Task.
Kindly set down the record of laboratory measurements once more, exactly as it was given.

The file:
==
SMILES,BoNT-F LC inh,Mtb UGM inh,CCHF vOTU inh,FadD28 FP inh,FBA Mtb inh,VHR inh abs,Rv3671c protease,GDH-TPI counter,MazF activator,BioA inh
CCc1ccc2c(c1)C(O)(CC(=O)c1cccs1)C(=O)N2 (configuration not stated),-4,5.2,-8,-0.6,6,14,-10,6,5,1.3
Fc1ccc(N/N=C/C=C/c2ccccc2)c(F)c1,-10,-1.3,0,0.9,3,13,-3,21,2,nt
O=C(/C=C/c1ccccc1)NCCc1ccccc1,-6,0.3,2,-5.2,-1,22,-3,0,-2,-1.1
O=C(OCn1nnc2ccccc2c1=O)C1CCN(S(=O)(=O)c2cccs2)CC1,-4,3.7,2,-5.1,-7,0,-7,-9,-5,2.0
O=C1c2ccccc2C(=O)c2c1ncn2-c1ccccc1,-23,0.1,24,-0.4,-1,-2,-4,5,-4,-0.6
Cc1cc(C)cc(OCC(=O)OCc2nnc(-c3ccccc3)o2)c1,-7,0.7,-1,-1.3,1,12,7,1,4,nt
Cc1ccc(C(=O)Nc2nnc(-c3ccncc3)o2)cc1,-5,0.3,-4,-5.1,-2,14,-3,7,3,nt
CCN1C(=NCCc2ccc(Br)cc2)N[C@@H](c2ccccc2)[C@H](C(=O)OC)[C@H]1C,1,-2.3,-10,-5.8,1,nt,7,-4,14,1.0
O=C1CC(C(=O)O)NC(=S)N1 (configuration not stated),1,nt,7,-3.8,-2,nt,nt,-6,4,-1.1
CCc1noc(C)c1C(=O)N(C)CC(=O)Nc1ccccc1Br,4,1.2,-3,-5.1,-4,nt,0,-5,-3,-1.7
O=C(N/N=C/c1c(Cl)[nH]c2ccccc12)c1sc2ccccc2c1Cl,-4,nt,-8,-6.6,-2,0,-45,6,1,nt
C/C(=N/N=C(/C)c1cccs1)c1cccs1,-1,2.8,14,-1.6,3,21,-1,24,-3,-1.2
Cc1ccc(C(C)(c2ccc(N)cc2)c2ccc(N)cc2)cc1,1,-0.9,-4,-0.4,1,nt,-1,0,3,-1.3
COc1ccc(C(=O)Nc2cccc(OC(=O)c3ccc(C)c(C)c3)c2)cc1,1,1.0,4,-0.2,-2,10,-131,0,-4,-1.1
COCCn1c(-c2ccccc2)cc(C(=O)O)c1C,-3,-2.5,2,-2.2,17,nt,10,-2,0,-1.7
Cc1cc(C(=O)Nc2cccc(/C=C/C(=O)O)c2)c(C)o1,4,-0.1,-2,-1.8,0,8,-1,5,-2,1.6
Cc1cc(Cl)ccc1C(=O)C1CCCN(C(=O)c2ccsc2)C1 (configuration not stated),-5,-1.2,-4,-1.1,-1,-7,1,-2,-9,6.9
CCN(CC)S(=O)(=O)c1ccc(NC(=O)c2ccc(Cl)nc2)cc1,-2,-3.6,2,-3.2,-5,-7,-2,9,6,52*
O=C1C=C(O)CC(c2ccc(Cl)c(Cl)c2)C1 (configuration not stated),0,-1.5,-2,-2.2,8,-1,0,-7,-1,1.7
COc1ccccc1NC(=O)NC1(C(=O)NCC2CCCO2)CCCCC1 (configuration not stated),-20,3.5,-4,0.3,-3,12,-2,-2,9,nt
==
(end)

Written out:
SMILES,BoNT-F LC inh,Mtb UGM inh,CCHF vOTU inh,FadD28 FP inh,FBA Mtb inh,VHR inh abs,Rv3671c protease,GDH-TPI counter,MazF activator,BioA inh
CCc1ccc2c(c1)C(O)(CC(=O)c1cccs1)C(=O)N2 (configuration not stated),-4,5.2,-8,-0.6,6,14,-10,6,5,1.3
Fc1ccc(N/N=C/C=C/c2ccccc2)c(F)c1,-10,-1.3,0,0.9,3,13,-3,21,2,nt
O=C(/C=C/c1ccccc1)NCCc1ccccc1,-6,0.3,2,-5.2,-1,22,-3,0,-2,-1.1
O=C(OCn1nnc2ccccc2c1=O)C1CCN(S(=O)(=O)c2cccs2)CC1,-4,3.7,2,-5.1,-7,0,-7,-9,-5,2.0
O=C1c2ccccc2C(=O)c2c1ncn2-c1ccccc1,-23,0.1,24,-0.4,-1,-2,-4,5,-4,-0.6
Cc1cc(C)cc(OCC(=O)OCc2nnc(-c3ccccc3)o2)c1,-7,0.7,-1,-1.3,1,12,7,1,4,nt
Cc1ccc(C(=O)Nc2nnc(-c3ccncc3)o2)cc1,-5,0.3,-4,-5.1,-2,14,-3,7,3,nt
CCN1C(=NCCc2ccc(Br)cc2)N[C@@H](c2ccccc2)[C@H](C(=O)OC)[C@H]1C,1,-2.3,-10,-5.8,1,nt,7,-4,14,1.0
O=C1CC(C(=O)O)NC(=S)N1 (configuration not stated),1,nt,7,-3.8,-2,nt,nt,-6,4,-1.1
CCc1noc(C)c1C(=O)N(C)CC(=O)Nc1ccccc1Br,4,1.2,-3,-5.1,-4,nt,0,-5,-3,-1.7
O=C(N/N=C/c1c(Cl)[nH]c2ccccc12)c1sc2ccccc2c1Cl,-4,nt,-8,-6.6,-2,0,-45,6,1,nt
C/C(=N/N=C(/C)c1cccs1)c1cccs1,-1,2.8,14,-1.6,3,21,-1,24,-3,-1.2
Cc1ccc(C(C)(c2ccc(N)cc2)c2ccc(N)cc2)cc1,1,-0.9,-4,-0.4,1,nt,-1,0,3,-1.3
COc1ccc(C(=O)Nc2cccc(OC(=O)c3ccc(C)c(C)c3)c2)cc1,1,1.0,4,-0.2,-2,10,-131,0,-4,-1.1
COCCn1c(-c2ccccc2)cc(C(=O)O)c1C,-3,-2.5,2,-2.2,17,nt,10,-2,0,-1.7
Cc1cc(C(=O)Nc2cccc(/C=C/C(=O)O)c2)c(C)o1,4,-0.1,-2,-1.8,0,8,-1,5,-2,1.6
Cc1cc(Cl)ccc1C(=O)C1CCCN(C(=O)c2ccsc2)C1 (configuration not stated),-5,-1.2,-4,-1.1,-1,-7,1,-2,-9,6.9
CCN(CC)S(=O)(=O)c1ccc(NC(=O)c2ccc(Cl)nc2)cc1,-2,-3.6,2,-3.2,-5,-7,-2,9,6,52*
O=C1C=C(O)CC(c2ccc(Cl)c(Cl)c2)C1 (configuration not stated),0,-1.5,-2,-2.2,8,-1,0,-7,-1,1.7
COc1ccccc1NC(=O)NC1(C(=O)NCC2CCCO2)CCCCC1 (configuration not stated),-20,3.5,-4,0.3,-3,12,-2,-2,9,nt